Nine people were injured in the accident, in which one tram hit the rear of another In Elizabeth Street. Most of the injuries were minor, although one elderly woman passenger was taken to St Vincent’s Hospital.

Mr Wilson said that after the accident the union leadership had refused to give senior corporation management an undertaking that its members would comply with management instructions today.

“In the light of that, we are unable to guarantee the safety of the tram system and so we are not going to allow any trams to run,” Mr Wilson said.

The Minister for Transport, Mr Keenan, warned yesterday that any drivers or conductors operating unauthorised services would not be paid and would be personally liable if involved in an accident.

But he said that the corporation would “ultimately stand by” any member of the public injured in an accident on an unauthorised tram service.

The state secretary of the tramways union, Mr Lou Di Gregorio said: “As long as the trams go out, it is the PTC’s responsibility.”

Scratch ticket.Credit:The Age Archives

He said last night that the Government was using yesterday’s accident as an excuse to shut down the tram system.

Met still confident that new ticketing system will work

The Met was confident yesterday that commuters would accept the benefits of the new ticketing system by the end of the month, despite resistance to its introduction by some travellers and public transport employees.

A Met spokesman said adverse publicity fuelled by some Met workers was largely responsible for concern about the system. But after using it for a few weeks commuters would realise that it was more convenient than the old one.

“Instead of just being able to buy weekly, monthly and yearly tickets at stations and depots, commuters can now buy them at 800 outlets, including 7-Eleven stores, Amcal chemists, newsagents and some mixed businesses,” he said.

The daily, three-hour and 60-Plus tickets are the only ones that have become scratch tickets that should be bought in advance from the outlets. If they are not bought in advance, the commuter can buy an emergency ticket from the bus or tram driver at extra cost.

The onus is on the commuter to validate a ticket by scratching out the appropriate day and month. There is a $50 on-the-spot fine for travelling without a valid ticket.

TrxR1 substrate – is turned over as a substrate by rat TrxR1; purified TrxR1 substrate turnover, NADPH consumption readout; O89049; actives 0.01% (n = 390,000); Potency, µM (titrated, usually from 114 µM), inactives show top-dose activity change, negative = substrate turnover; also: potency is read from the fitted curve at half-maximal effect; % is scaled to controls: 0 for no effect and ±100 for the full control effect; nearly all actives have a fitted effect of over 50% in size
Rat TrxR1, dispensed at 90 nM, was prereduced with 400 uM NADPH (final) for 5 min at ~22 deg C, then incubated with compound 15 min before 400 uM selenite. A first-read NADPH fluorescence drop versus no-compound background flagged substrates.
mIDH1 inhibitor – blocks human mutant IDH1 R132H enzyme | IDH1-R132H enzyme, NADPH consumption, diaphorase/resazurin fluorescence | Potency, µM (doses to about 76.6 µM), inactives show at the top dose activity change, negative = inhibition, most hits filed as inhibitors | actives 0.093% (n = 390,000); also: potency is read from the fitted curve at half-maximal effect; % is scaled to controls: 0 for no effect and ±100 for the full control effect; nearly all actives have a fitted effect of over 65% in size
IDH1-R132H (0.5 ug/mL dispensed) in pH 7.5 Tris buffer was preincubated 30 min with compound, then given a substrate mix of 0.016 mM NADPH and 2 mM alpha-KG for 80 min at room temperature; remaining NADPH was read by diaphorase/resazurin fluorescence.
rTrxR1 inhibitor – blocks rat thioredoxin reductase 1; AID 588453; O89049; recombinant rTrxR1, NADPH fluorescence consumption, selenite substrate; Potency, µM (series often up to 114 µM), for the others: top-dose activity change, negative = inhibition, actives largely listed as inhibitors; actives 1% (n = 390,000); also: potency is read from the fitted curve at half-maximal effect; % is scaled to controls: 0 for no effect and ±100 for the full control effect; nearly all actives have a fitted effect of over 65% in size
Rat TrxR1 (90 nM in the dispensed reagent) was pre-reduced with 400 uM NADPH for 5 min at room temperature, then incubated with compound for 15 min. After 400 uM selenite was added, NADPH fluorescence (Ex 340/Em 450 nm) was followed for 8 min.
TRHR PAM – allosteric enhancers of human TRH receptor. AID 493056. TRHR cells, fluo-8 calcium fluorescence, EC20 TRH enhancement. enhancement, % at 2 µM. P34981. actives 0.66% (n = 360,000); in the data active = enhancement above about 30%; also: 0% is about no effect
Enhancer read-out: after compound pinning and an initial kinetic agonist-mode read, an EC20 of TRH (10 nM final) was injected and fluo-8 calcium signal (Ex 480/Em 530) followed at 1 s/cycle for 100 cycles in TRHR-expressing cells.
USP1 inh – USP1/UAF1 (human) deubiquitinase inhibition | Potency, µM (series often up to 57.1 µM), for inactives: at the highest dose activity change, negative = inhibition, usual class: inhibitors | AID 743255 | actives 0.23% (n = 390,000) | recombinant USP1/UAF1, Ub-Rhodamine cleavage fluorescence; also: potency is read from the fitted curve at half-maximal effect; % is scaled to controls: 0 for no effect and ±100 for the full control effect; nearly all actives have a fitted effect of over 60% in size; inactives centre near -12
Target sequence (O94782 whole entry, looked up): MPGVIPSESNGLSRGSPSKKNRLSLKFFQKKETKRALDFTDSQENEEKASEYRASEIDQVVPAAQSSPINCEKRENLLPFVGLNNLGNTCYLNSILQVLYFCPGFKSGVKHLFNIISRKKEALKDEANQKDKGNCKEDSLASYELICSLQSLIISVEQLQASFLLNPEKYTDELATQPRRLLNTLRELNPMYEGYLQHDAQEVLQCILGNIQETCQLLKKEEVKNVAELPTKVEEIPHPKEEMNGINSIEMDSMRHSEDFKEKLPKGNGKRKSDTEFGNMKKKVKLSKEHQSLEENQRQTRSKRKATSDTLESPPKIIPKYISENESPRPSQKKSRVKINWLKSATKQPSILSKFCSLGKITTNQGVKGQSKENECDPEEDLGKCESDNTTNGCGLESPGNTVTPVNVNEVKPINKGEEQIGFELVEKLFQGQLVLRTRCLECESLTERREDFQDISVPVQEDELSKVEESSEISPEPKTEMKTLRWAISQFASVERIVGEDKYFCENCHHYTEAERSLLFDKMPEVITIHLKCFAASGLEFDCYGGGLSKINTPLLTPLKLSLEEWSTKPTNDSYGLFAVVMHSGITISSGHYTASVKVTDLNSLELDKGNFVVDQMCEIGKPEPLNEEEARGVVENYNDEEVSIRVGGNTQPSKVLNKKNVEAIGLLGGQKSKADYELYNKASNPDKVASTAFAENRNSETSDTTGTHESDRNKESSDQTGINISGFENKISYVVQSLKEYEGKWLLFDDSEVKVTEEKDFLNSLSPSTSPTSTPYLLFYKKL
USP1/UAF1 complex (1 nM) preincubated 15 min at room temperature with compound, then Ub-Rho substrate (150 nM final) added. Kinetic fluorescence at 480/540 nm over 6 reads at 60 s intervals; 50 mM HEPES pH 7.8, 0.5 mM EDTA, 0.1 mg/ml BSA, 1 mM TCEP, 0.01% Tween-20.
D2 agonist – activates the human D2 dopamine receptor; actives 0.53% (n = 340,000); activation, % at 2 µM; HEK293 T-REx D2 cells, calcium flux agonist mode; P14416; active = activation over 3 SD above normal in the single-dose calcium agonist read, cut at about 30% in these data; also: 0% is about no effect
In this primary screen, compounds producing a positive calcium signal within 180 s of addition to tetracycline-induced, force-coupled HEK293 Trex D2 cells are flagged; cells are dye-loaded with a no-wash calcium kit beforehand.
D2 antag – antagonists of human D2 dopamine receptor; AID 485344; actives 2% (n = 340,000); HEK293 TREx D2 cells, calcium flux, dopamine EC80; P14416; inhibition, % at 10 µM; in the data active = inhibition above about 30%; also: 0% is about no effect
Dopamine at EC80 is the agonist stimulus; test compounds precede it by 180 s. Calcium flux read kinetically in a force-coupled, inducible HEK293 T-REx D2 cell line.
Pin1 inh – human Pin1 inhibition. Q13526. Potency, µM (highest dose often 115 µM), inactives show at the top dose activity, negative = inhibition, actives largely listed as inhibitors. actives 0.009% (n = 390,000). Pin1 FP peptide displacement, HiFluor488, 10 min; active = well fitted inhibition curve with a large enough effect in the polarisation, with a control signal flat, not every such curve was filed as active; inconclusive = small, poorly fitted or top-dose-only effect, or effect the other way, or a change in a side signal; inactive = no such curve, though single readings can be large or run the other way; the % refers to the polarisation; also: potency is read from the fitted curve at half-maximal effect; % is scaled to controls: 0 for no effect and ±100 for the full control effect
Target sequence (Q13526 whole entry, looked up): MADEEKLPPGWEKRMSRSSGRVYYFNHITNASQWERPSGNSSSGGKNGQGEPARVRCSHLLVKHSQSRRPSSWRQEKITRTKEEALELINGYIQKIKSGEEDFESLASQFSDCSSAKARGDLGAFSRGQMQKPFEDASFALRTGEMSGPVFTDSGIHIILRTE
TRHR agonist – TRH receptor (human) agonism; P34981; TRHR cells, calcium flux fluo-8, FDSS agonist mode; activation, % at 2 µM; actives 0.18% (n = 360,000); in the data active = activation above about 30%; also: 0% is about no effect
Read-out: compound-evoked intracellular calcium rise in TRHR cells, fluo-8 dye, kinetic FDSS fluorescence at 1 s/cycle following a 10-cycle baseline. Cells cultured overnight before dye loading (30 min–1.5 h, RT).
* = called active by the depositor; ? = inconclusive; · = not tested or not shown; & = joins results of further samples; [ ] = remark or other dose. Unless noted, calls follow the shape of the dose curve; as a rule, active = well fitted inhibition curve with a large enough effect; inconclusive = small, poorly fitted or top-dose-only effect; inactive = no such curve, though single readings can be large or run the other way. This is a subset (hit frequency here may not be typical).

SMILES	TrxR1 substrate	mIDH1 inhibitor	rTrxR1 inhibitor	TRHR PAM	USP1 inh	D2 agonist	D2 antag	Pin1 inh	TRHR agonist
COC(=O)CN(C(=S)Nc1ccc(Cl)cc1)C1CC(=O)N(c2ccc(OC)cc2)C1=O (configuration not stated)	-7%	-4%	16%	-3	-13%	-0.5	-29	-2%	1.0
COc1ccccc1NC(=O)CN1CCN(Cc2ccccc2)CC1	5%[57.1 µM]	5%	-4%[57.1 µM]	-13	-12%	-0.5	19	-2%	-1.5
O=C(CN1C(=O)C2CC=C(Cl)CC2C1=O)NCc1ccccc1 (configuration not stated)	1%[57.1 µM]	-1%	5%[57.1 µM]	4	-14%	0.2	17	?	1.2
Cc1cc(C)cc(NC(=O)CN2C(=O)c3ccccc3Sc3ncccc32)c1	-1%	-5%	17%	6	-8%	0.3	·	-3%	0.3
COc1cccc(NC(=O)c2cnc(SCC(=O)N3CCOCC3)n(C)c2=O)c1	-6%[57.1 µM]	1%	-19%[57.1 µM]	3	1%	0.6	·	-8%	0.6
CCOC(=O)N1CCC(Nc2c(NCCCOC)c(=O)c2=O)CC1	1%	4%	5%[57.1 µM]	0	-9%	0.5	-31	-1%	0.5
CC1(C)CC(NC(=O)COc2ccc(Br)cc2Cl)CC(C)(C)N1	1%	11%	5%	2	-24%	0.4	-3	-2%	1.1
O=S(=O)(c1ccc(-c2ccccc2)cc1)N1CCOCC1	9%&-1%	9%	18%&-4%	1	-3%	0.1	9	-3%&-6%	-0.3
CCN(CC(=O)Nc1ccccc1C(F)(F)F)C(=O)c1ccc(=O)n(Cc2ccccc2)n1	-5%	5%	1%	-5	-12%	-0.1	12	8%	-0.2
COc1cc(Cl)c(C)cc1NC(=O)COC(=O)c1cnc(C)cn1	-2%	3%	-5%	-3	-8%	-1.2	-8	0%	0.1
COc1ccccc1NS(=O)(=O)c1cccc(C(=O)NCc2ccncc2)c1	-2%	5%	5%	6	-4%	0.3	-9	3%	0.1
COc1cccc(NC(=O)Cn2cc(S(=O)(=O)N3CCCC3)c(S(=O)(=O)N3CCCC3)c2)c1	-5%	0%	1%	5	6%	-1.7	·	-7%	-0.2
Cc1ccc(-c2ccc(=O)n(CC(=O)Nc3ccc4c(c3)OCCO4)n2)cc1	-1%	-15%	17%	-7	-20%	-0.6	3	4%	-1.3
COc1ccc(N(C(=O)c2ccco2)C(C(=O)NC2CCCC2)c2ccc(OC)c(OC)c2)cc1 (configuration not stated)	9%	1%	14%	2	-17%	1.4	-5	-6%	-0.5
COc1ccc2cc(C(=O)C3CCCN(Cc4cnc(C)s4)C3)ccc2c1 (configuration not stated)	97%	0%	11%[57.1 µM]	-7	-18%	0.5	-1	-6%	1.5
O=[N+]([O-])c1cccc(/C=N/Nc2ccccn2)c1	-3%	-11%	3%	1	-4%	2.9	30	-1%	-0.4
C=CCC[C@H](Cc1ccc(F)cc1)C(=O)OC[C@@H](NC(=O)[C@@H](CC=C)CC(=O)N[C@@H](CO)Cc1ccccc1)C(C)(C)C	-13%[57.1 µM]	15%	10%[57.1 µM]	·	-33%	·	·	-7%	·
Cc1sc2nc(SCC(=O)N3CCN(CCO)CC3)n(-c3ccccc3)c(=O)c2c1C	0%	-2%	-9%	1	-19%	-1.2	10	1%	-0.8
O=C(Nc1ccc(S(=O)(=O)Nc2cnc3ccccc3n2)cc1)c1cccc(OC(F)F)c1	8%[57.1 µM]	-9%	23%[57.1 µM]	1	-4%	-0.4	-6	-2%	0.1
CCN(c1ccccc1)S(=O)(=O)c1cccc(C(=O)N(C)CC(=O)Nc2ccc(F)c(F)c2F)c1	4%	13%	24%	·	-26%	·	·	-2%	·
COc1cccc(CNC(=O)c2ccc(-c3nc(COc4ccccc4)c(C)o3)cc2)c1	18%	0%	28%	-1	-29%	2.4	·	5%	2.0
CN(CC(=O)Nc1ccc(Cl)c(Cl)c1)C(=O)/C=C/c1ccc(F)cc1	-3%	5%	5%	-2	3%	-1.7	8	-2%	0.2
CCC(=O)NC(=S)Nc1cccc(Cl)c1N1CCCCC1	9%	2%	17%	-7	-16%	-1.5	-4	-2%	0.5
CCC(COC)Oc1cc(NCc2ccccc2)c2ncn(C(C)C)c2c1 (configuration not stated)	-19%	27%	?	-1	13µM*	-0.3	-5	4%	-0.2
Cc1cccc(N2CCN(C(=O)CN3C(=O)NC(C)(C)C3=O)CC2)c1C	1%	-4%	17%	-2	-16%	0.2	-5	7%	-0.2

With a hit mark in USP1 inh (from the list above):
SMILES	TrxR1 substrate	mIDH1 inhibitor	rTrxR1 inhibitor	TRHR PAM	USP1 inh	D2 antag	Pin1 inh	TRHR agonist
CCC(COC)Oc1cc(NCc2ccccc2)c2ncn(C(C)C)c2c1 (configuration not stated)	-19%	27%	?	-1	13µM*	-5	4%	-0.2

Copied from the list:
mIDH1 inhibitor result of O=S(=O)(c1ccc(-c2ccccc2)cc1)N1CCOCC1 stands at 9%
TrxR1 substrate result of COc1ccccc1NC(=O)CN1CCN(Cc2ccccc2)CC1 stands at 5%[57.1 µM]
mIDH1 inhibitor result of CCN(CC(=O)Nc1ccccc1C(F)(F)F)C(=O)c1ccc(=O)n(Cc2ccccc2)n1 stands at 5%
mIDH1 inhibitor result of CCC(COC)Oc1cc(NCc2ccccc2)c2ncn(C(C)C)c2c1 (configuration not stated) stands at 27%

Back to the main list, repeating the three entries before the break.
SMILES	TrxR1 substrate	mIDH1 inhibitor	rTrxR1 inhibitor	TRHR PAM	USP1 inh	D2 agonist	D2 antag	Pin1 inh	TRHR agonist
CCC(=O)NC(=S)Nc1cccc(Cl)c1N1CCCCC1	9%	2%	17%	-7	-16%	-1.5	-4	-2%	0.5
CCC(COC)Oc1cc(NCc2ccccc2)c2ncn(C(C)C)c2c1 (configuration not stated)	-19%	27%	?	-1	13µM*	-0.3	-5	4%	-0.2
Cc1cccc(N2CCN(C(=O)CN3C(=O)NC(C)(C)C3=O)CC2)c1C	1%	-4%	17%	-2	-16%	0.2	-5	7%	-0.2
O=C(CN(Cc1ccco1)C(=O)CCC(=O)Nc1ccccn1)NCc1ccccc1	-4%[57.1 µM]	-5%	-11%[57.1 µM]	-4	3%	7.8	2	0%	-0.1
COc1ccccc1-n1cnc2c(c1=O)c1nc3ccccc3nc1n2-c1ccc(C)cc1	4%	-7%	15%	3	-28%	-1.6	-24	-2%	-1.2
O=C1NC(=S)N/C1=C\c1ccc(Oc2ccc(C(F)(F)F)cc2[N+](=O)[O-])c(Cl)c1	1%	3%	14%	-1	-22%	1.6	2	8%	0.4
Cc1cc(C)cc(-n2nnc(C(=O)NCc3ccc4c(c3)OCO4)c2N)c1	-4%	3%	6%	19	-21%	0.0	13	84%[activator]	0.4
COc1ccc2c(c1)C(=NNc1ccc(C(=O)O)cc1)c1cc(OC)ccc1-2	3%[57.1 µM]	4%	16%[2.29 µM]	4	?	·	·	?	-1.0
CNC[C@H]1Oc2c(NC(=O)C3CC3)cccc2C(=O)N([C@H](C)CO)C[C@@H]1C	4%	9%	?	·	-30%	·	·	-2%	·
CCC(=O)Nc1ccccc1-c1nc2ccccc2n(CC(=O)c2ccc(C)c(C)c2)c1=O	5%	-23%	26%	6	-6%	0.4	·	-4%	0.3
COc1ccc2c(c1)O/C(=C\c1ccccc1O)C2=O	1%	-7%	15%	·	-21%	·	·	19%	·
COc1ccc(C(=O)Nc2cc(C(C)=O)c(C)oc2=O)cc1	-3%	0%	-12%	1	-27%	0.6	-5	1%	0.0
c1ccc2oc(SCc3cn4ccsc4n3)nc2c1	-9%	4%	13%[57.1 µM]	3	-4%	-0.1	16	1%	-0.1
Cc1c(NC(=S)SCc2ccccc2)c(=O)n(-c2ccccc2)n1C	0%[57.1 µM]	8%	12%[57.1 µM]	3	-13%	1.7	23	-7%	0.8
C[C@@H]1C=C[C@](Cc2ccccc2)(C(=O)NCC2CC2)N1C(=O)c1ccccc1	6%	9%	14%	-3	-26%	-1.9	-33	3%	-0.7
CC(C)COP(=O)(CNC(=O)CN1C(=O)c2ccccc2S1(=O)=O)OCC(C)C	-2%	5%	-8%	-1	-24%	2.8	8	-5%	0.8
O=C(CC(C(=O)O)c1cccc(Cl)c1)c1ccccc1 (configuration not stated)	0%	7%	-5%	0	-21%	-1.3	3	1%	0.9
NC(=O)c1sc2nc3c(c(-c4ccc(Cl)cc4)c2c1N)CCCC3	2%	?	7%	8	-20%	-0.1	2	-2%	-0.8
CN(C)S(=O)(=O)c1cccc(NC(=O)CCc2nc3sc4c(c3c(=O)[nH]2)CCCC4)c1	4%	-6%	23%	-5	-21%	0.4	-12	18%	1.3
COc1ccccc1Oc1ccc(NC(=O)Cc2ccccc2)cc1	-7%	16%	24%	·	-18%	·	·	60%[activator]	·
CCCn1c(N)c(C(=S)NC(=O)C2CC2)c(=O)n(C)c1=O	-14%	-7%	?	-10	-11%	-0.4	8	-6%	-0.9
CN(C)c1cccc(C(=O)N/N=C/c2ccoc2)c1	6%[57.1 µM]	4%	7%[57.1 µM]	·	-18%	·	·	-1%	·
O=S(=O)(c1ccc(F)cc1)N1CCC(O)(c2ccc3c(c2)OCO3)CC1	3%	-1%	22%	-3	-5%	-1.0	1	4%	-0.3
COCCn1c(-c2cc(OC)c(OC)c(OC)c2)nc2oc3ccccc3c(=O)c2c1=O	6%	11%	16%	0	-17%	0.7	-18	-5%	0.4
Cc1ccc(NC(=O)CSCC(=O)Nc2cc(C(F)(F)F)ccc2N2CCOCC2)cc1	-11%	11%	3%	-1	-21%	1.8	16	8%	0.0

Only W-class or old-style trams will have a conductor from whom the emergency scratch tickets can be bought.

Despite the chaos surrounding the official introduction of the system yesterday, during which tramway workers commandeered trams and battled with depot managers, the Met spokesman said there had been a steady sale of the new tickets. “We have no official figures but by all reports commuters have been buying their tickets from the outlets in readiness to use the new system. We expect, although there have been some teething problems, it will be fully operational by the end of the month.”

The new tickets have been available since 1 December. Their release was accompanied, by a $1.3 million promotional campaign.

The Met spokesman said that most tourists would have no problems with the new system because it operated in many countries overseas.

is a $50 on-the-spot fine for travelling without a valid ticket.

Only W-class or old-style trams will have a conductor from whom the emergency scratch tickets can be bought.

Despite the chaos surrounding the official introduction of the system yesterday, during which tramway workers commandeered trams and battled with depot managers, the Met spokesman said there had been a steady sale of the new tickets. “We have no official figures but by all reports commuters have been buying their tickets from the outlets in readiness to use the new system. We expect, although there have been some teething problems, it will be fully operational by the end of the month.”

The new tickets have been available since 1 December. Their release was accompanied, by a $1.3 million promotional campaign.

The Met spokesman said that most tourists would have no problems with the new system because it operated in many countries overseas.

For over 70 years tram conductors issued paper ‘flimsy’ tickets. The tickets were printed on thin paper and stapled into blocks of one hundred tickets. Validated by ticket punches, each of which made a unique hole pattern.Credit:John Woudstra